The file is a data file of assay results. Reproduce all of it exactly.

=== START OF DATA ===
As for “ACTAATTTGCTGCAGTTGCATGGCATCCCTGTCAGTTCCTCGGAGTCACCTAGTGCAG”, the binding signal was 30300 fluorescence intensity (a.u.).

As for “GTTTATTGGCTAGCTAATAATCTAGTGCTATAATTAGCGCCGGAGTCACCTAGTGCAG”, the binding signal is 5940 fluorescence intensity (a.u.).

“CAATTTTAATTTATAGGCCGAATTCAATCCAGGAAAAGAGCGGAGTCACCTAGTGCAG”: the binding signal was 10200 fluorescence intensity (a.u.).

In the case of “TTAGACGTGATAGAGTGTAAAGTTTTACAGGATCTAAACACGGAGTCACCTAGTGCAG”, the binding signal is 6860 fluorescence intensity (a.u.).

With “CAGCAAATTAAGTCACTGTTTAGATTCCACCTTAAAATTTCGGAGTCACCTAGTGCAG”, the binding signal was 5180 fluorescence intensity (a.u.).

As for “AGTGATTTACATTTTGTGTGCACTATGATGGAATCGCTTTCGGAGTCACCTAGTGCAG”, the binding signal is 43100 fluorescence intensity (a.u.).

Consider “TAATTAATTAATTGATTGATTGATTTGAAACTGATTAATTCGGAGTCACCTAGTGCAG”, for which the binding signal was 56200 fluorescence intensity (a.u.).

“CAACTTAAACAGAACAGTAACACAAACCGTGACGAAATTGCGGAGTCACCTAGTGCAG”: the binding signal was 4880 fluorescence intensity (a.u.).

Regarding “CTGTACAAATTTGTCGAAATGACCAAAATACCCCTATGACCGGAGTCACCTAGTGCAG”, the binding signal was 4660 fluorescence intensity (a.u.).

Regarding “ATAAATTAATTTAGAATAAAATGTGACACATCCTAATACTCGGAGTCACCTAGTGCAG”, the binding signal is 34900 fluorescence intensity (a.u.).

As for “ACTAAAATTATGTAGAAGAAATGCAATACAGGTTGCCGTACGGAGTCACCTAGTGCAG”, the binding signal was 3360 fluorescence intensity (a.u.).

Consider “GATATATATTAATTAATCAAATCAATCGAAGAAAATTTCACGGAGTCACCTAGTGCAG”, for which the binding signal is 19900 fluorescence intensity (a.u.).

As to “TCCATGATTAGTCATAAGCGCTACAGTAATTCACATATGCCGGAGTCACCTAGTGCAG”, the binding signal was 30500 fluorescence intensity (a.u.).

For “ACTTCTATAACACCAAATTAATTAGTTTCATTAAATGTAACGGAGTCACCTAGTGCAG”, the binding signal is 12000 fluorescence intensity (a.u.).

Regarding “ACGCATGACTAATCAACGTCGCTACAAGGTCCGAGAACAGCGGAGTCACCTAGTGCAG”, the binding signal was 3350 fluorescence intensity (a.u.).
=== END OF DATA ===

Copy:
As for “ACTAATTTGCTGCAGTTGCATGGCATCCCTGTCAGTTCCTCGGAGTCACCTAGTGCAG”, the binding signal was 30300 fluorescence intensity (a.u.).

As for “GTTTATTGGCTAGCTAATAATCTAGTGCTATAATTAGCGCCGGAGTCACCTAGTGCAG”, the binding signal is 5940 fluorescence intensity (a.u.).

“CAATTTTAATTTATAGGCCGAATTCAATCCAGGAAAAGAGCGGAGTCACCTAGTGCAG”: the binding signal was 10200 fluorescence intensity (a.u.).

In the case of “TTAGACGTGATAGAGTGTAAAGTTTTACAGGATCTAAACACGGAGTCACCTAGTGCAG”, the binding signal is 6860 fluorescence intensity (a.u.).

With “CAGCAAATTAAGTCACTGTTTAGATTCCACCTTAAAATTTCGGAGTCACCTAGTGCAG”, the binding signal was 5180 fluorescence intensity (a.u.).

As for “AGTGATTTACATTTTGTGTGCACTATGATGGAATCGCTTTCGGAGTCACCTAGTGCAG”, the binding signal is 43100 fluorescence intensity (a.u.).

Consider “TAATTAATTAATTGATTGATTGATTTGAAACTGATTAATTCGGAGTCACCTAGTGCAG”, for which the binding signal was 56200 fluorescence intensity (a.u.).

“CAACTTAAACAGAACAGTAACACAAACCGTGACGAAATTGCGGAGTCACCTAGTGCAG”: the binding signal was 4880 fluorescence intensity (a.u.).

Regarding “CTGTACAAATTTGTCGAAATGACCAAAATACCCCTATGACCGGAGTCACCTAGTGCAG”, the binding signal was 4660 fluorescence intensity (a.u.).

Regarding “ATAAATTAATTTAGAATAAAATGTGACACATCCTAATACTCGGAGTCACCTAGTGCAG”, the binding signal is 34900 fluorescence intensity (a.u.).

As for “ACTAAAATTATGTAGAAGAAATGCAATACAGGTTGCCGTACGGAGTCACCTAGTGCAG”, the binding signal was 3360 fluorescence intensity (a.u.).

Consider “GATATATATTAATTAATCAAATCAATCGAAGAAAATTTCACGGAGTCACCTAGTGCAG”, for which the binding signal is 19900 fluorescence intensity (a.u.).

As to “TCCATGATTAGTCATAAGCGCTACAGTAATTCACATATGCCGGAGTCACCTAGTGCAG”, the binding signal was 30500 fluorescence intensity (a.u.).

For “ACTTCTATAACACCAAATTAATTAGTTTCATTAAATGTAACGGAGTCACCTAGTGCAG”, the binding signal is 12000 fluorescence intensity (a.u.).

Regarding “ACGCATGACTAATCAACGTCGCTACAAGGTCCGAGAACAGCGGAGTCACCTAGTGCAG”, the binding signal was 3350 fluorescence intensity (a.u.).